Initiating an Arctic Marine Biodiversity Observing Network (AMBON)
Lead PI: Dr. Katrin Iken, University of Alaska, Fairbanks
Start Year: 2014 | Duration: 5 Years
Partners: University of Alaska Fairbanks, University of Maryland Center for Environmental Science, University of Washington, NOAA Ocean Exploration and Research & U.S. Fish and Wildlife Service
The Arctic Marine Biodiversity Observing Network (AMBON) has four main goals in its effort to show feasibility of an operational marine biodiversity observation network (MBON) for the US Chukchi Sea continental shelf. These goals are: 1. To close current gaps in taxonomic and spatial coverage in biodiversity observation on the Chukchi shelf, 2. To integrate with past and ongoing research programs on the US Arctic shelf into an Arctic biodiversity observation network, 3. To demonstrate at a regional level how a MBON could be developed in other regions and ecosystems, and 4. To link with programs on the pan-Arctic level. Through effective data management, integration, dissemination, and outreach AMBON will develop a sustainable biodiversity observation model that includes all levels of diversity from genetic to organismal to ecosystem.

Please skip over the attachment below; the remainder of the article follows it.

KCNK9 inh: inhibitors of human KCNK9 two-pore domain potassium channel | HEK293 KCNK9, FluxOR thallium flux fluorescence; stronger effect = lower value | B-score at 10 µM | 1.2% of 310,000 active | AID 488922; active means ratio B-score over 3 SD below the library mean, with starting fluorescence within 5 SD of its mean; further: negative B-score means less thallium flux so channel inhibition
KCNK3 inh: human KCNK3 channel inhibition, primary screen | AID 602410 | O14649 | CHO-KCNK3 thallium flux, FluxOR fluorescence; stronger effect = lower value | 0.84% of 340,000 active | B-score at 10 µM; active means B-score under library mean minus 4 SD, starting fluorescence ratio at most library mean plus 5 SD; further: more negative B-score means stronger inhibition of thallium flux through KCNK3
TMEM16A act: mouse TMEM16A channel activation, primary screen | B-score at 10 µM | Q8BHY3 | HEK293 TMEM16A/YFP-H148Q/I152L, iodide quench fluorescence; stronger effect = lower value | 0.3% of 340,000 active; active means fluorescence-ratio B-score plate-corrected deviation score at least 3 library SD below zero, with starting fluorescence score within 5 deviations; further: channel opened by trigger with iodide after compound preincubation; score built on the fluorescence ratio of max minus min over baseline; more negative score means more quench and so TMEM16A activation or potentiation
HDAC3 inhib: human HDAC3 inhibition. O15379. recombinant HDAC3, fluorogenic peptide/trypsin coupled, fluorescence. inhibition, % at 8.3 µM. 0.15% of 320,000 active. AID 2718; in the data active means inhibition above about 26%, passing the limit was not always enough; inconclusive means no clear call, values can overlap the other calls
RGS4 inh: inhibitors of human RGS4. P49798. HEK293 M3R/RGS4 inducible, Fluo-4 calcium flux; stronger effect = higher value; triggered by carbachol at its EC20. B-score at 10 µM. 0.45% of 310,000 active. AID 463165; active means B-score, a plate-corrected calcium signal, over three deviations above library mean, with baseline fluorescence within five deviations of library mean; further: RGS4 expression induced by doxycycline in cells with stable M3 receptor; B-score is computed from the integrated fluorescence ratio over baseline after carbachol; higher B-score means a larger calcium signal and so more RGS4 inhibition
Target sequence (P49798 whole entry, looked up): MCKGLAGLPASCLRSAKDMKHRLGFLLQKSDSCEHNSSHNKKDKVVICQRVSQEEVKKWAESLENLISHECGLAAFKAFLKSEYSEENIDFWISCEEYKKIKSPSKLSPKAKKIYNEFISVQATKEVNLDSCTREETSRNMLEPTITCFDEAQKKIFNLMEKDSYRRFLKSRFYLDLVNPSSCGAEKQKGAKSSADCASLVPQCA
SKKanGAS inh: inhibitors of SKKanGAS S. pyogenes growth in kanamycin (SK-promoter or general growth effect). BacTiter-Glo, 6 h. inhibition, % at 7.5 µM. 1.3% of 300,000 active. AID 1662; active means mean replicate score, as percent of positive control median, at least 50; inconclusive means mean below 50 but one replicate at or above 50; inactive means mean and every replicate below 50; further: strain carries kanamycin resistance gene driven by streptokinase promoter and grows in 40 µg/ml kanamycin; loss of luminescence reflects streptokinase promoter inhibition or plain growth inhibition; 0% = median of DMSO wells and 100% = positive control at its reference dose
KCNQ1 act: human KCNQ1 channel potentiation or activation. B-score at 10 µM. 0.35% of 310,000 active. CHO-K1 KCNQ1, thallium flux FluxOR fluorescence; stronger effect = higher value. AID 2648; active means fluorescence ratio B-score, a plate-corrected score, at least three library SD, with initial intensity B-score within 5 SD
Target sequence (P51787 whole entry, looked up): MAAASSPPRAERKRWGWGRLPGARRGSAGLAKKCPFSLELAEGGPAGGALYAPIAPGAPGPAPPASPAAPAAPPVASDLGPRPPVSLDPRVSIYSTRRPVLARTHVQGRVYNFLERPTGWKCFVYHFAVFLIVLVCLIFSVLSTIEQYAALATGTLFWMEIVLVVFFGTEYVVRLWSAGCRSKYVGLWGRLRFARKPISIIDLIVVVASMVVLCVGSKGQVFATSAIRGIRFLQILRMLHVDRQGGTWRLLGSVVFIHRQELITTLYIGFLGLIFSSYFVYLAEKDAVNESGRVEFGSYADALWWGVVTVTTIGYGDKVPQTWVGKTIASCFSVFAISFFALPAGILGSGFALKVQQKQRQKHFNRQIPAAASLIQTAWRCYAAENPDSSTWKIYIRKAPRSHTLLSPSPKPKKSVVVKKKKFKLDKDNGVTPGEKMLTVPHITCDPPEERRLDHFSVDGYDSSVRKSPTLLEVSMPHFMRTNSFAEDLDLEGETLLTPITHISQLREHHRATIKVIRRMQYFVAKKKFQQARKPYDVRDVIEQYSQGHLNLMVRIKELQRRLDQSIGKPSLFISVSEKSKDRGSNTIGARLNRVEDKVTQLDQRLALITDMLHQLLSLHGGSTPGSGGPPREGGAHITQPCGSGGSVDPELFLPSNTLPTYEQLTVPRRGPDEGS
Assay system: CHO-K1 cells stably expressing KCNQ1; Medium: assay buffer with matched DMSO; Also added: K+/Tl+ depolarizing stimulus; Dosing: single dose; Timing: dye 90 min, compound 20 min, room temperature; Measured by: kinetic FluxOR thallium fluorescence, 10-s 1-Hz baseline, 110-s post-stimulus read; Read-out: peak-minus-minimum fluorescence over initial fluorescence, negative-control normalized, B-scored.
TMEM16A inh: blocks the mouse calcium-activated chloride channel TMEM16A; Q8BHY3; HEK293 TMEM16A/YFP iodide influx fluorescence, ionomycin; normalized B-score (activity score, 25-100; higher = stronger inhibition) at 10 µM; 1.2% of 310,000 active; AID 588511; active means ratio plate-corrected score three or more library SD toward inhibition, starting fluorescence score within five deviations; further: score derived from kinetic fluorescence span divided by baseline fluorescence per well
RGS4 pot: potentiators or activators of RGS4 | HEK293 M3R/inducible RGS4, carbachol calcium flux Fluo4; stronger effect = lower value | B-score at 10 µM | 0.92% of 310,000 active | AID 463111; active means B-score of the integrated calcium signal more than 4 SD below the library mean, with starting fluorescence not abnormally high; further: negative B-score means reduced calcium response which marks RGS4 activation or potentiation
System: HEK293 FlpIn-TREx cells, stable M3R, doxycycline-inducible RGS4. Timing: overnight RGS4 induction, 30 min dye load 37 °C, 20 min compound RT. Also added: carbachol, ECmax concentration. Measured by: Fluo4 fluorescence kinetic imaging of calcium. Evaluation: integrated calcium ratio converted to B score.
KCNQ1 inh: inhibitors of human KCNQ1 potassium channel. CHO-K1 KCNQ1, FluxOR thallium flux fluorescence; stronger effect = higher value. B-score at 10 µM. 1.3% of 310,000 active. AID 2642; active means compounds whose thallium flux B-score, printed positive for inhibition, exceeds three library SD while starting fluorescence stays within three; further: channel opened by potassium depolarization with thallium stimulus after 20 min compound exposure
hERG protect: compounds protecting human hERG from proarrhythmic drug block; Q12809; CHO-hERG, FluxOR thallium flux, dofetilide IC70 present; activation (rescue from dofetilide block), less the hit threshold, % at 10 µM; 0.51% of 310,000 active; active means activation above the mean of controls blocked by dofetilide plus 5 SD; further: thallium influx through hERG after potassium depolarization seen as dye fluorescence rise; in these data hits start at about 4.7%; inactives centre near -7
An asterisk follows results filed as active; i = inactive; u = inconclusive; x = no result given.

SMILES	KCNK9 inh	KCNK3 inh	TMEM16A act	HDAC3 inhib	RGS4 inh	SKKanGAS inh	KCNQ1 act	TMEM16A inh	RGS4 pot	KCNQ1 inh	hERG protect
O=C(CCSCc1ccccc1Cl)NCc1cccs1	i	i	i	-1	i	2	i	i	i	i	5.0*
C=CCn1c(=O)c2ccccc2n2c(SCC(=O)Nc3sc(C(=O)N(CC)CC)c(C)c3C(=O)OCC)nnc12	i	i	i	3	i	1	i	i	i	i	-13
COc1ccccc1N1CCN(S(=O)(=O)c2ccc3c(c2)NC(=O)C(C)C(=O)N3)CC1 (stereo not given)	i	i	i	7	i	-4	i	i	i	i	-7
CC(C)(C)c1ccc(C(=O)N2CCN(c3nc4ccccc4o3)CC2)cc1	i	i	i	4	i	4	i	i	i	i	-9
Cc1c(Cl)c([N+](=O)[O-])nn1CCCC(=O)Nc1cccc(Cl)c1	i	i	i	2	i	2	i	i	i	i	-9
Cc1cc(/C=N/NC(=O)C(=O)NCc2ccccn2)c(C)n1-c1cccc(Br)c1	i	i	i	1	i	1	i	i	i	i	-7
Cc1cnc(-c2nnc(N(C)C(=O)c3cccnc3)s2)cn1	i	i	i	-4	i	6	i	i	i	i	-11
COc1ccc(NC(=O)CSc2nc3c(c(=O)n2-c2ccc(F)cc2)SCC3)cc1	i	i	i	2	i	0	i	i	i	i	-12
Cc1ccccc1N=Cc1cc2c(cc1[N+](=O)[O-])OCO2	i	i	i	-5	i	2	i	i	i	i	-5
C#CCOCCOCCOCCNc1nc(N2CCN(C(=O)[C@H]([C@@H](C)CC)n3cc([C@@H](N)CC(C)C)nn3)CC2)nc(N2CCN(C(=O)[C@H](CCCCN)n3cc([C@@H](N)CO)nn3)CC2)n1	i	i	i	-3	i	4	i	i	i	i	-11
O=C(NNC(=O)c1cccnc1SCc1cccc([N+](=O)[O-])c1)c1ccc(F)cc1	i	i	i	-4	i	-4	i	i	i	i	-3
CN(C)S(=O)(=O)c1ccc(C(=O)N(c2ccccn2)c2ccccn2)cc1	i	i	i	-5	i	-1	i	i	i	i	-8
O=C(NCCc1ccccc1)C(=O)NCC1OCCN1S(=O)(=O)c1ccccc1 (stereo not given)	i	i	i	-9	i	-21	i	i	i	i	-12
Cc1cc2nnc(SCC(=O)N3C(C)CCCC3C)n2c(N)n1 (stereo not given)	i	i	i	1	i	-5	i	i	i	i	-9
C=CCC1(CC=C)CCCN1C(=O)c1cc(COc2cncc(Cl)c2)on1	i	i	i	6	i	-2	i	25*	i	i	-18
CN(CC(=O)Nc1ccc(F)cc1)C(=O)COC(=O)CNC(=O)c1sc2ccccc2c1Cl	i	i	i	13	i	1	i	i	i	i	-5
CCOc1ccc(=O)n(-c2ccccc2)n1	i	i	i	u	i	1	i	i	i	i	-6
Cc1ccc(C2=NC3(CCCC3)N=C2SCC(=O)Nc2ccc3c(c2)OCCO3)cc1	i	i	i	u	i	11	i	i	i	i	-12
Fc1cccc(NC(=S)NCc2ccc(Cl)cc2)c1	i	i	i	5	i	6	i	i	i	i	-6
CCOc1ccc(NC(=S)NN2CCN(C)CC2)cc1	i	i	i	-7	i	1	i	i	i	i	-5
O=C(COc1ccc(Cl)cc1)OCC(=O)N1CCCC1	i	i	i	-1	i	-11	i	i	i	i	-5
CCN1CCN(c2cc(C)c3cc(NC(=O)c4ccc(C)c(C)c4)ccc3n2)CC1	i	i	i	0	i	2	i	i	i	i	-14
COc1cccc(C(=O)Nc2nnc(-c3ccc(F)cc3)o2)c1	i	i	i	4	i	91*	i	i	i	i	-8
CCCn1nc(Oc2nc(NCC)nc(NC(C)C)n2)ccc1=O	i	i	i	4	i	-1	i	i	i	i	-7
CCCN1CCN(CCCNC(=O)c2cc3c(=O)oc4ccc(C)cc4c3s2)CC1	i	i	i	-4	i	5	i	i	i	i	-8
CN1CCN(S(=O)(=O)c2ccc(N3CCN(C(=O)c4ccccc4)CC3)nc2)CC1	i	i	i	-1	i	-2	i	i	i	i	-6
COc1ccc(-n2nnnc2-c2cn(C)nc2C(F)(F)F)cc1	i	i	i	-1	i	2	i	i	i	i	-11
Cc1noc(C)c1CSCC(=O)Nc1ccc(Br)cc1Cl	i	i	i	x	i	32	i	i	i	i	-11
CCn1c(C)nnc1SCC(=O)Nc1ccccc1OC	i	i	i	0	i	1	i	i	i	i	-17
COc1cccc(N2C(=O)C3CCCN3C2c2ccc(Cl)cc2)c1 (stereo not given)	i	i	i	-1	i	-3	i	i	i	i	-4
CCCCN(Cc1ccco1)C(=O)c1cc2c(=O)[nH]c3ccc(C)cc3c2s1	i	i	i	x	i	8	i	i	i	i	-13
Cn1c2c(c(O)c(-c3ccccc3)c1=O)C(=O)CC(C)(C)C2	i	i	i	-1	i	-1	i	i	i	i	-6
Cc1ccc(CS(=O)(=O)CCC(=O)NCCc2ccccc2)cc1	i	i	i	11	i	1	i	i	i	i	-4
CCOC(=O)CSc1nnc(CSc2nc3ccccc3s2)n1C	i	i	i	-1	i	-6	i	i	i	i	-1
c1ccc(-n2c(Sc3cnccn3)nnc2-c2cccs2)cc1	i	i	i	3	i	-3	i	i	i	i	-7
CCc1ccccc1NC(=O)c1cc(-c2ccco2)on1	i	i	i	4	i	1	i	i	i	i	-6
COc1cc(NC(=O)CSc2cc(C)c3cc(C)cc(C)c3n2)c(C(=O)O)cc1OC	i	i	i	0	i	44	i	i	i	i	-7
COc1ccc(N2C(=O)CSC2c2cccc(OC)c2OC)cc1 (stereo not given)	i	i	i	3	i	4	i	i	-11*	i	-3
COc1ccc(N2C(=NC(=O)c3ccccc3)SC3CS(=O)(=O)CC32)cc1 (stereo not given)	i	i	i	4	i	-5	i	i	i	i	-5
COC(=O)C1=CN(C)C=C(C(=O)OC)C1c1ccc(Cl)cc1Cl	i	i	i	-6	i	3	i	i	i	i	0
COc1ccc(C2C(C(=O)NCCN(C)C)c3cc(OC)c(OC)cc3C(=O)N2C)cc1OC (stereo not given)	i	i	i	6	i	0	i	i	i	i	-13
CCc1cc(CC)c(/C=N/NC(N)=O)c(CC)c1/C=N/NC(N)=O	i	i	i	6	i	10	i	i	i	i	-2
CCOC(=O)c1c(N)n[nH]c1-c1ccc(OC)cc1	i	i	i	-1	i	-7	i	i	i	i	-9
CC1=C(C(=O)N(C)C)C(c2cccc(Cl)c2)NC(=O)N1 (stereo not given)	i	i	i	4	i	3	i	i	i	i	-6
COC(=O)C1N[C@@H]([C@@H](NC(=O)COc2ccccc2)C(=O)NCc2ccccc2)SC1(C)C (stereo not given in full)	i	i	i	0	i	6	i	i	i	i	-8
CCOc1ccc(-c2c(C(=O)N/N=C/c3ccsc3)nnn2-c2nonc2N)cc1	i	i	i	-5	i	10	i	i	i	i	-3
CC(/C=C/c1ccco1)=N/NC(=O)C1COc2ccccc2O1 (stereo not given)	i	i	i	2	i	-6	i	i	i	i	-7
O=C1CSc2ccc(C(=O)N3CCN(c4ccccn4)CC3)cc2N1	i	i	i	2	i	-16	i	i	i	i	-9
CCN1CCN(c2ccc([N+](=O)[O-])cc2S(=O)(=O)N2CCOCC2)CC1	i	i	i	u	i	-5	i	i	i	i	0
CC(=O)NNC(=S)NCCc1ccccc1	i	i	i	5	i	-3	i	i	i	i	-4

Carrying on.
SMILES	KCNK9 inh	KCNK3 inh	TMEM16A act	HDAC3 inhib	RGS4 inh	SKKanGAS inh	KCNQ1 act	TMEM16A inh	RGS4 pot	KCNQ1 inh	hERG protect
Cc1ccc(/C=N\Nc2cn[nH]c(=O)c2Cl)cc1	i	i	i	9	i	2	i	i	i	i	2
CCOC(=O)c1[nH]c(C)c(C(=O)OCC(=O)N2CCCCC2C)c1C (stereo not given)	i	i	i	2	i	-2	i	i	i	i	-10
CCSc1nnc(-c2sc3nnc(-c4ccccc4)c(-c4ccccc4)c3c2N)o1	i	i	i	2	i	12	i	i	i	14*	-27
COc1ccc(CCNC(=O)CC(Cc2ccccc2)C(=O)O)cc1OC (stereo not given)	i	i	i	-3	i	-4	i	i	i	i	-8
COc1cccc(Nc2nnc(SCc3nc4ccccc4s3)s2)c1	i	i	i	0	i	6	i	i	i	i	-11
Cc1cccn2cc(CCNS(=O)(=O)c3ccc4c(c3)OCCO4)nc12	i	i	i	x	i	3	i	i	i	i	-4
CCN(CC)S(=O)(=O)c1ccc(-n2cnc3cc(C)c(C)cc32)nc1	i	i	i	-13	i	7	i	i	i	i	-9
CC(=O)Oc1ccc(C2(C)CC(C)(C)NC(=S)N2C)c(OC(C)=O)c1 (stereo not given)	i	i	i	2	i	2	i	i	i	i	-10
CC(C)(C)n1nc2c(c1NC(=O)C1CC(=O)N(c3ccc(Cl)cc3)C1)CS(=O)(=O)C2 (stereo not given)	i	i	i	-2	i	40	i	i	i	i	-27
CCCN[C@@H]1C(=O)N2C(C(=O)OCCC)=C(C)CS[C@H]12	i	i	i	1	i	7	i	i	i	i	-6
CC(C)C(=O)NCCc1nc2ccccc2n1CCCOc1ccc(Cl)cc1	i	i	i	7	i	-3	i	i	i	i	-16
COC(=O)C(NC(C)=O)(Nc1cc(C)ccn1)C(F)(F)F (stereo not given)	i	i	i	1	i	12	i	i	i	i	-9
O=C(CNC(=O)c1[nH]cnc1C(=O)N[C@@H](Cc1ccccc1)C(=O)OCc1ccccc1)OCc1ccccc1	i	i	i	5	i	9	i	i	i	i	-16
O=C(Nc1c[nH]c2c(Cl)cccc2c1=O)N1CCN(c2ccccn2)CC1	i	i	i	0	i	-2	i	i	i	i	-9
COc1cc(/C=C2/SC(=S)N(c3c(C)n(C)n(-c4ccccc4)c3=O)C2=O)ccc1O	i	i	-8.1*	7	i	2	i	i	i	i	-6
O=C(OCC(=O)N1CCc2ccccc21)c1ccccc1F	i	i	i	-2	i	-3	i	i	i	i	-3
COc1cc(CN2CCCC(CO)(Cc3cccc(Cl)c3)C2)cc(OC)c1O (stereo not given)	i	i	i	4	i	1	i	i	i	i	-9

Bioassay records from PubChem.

The AMBON aims to integrate with currently ongoing efforts investigating Arctic shelf system biodiversity and ecosystem functioning. The AMBON will provide a vehicle to expand ongoing efforts to include important ecosystem components such the microbial and other small size fractions. The AMBON will continue past efforts to create much-needed time series. The latter is essential in the Arctic system, which exhibits extremely high seasonal and interannual variability. Only long-term datasets can provide the basis to distinguish the “noise” of changes due to natural variability and regular cycles (stochastic changes) from the directional change driven by climate changes or sudden impacts from increasing human influences, e.g., pollution such as oil spills. We have assembled an experienced team of multi-institutional and multi-sector partners already involved in a variety of biodiversity observing programs so that these efforts can be better coordinated, sustained, synthesized, and data made available to a broad audience of users and stakeholders, from local to pan-Arctic to global.